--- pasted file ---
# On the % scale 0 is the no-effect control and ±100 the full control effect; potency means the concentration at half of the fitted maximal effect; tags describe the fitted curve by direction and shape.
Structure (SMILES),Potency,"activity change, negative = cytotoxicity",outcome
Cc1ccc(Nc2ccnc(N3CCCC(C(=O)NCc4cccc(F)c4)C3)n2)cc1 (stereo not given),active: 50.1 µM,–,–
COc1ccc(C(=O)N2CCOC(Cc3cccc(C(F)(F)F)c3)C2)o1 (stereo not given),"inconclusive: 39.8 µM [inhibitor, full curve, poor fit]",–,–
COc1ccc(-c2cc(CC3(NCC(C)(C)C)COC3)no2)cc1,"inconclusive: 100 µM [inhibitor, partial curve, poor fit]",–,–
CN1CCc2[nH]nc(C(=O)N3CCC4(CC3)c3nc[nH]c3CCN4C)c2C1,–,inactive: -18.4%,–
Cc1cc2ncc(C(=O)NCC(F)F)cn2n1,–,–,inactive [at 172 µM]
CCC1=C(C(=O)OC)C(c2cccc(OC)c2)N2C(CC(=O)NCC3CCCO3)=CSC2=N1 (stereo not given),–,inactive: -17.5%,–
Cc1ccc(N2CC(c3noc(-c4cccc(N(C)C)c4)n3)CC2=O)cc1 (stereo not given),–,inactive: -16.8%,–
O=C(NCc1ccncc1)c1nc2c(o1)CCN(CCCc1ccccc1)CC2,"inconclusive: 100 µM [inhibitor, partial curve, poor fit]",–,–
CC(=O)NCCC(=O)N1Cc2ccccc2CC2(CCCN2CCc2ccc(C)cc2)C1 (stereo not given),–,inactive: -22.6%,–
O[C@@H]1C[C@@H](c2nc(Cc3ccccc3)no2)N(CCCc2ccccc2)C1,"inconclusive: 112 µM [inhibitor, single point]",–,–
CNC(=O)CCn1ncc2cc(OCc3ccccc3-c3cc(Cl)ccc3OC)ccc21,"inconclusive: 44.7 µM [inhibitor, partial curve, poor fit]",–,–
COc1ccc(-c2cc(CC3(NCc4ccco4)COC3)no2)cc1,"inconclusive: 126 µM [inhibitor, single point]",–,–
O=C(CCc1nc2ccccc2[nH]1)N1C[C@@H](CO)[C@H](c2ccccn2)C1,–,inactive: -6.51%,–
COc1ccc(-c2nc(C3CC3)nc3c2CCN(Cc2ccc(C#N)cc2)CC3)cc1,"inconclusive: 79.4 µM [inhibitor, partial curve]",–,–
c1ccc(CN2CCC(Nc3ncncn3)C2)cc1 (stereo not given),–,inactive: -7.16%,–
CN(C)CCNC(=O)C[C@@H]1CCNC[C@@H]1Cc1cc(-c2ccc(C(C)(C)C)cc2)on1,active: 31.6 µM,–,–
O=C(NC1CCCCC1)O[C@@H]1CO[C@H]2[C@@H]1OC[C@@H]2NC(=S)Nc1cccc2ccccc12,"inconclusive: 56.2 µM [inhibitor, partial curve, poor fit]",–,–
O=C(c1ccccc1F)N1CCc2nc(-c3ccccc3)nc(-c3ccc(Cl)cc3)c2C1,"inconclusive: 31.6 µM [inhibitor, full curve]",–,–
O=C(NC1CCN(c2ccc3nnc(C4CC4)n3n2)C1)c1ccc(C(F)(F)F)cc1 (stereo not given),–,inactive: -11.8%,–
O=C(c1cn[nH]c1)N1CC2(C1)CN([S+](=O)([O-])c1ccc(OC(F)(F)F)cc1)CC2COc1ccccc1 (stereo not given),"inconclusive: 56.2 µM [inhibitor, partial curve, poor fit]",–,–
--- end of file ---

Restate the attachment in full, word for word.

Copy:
# On the % scale 0 is the no-effect control and ±100 the full control effect; potency means the concentration at half of the fitted maximal effect; tags describe the fitted curve by direction and shape.
Structure (SMILES),Potency,"activity change, negative = cytotoxicity",outcome
Cc1ccc(Nc2ccnc(N3CCCC(C(=O)NCc4cccc(F)c4)C3)n2)cc1 (stereo not given),active: 50.1 µM,–,–
COc1ccc(C(=O)N2CCOC(Cc3cccc(C(F)(F)F)c3)C2)o1 (stereo not given),"inconclusive: 39.8 µM [inhibitor, full curve, poor fit]",–,–
COc1ccc(-c2cc(CC3(NCC(C)(C)C)COC3)no2)cc1,"inconclusive: 100 µM [inhibitor, partial curve, poor fit]",–,–
CN1CCc2[nH]nc(C(=O)N3CCC4(CC3)c3nc[nH]c3CCN4C)c2C1,–,inactive: -18.4%,–
Cc1cc2ncc(C(=O)NCC(F)F)cn2n1,–,–,inactive [at 172 µM]
CCC1=C(C(=O)OC)C(c2cccc(OC)c2)N2C(CC(=O)NCC3CCCO3)=CSC2=N1 (stereo not given),–,inactive: -17.5%,–
Cc1ccc(N2CC(c3noc(-c4cccc(N(C)C)c4)n3)CC2=O)cc1 (stereo not given),–,inactive: -16.8%,–
O=C(NCc1ccncc1)c1nc2c(o1)CCN(CCCc1ccccc1)CC2,"inconclusive: 100 µM [inhibitor, partial curve, poor fit]",–,–
CC(=O)NCCC(=O)N1Cc2ccccc2CC2(CCCN2CCc2ccc(C)cc2)C1 (stereo not given),–,inactive: -22.6%,–
O[C@@H]1C[C@@H](c2nc(Cc3ccccc3)no2)N(CCCc2ccccc2)C1,"inconclusive: 112 µM [inhibitor, single point]",–,–
CNC(=O)CCn1ncc2cc(OCc3ccccc3-c3cc(Cl)ccc3OC)ccc21,"inconclusive: 44.7 µM [inhibitor, partial curve, poor fit]",–,–
COc1ccc(-c2cc(CC3(NCc4ccco4)COC3)no2)cc1,"inconclusive: 126 µM [inhibitor, single point]",–,–
O=C(CCc1nc2ccccc2[nH]1)N1C[C@@H](CO)[C@H](c2ccccn2)C1,–,inactive: -6.51%,–
COc1ccc(-c2nc(C3CC3)nc3c2CCN(Cc2ccc(C#N)cc2)CC3)cc1,"inconclusive: 79.4 µM [inhibitor, partial curve]",–,–
c1ccc(CN2CCC(Nc3ncncn3)C2)cc1 (stereo not given),–,inactive: -7.16%,–
CN(C)CCNC(=O)C[C@@H]1CCNC[C@@H]1Cc1cc(-c2ccc(C(C)(C)C)cc2)on1,active: 31.6 µM,–,–
O=C(NC1CCCCC1)O[C@@H]1CO[C@H]2[C@@H]1OC[C@@H]2NC(=S)Nc1cccc2ccccc12,"inconclusive: 56.2 µM [inhibitor, partial curve, poor fit]",–,–
O=C(c1ccccc1F)N1CCc2nc(-c3ccccc3)nc(-c3ccc(Cl)cc3)c2C1,"inconclusive: 31.6 µM [inhibitor, full curve]",–,–
O=C(NC1CCN(c2ccc3nnc(C4CC4)n3n2)C1)c1ccc(C(F)(F)F)cc1 (stereo not given),–,inactive: -11.8%,–
O=C(c1cn[nH]c1)N1CC2(C1)CN([S+](=O)([O-])c1ccc(OC(F)(F)F)cc1)CC2COc1ccccc1 (stereo not given),"inconclusive: 56.2 µM [inhibitor, partial curve, poor fit]",–,–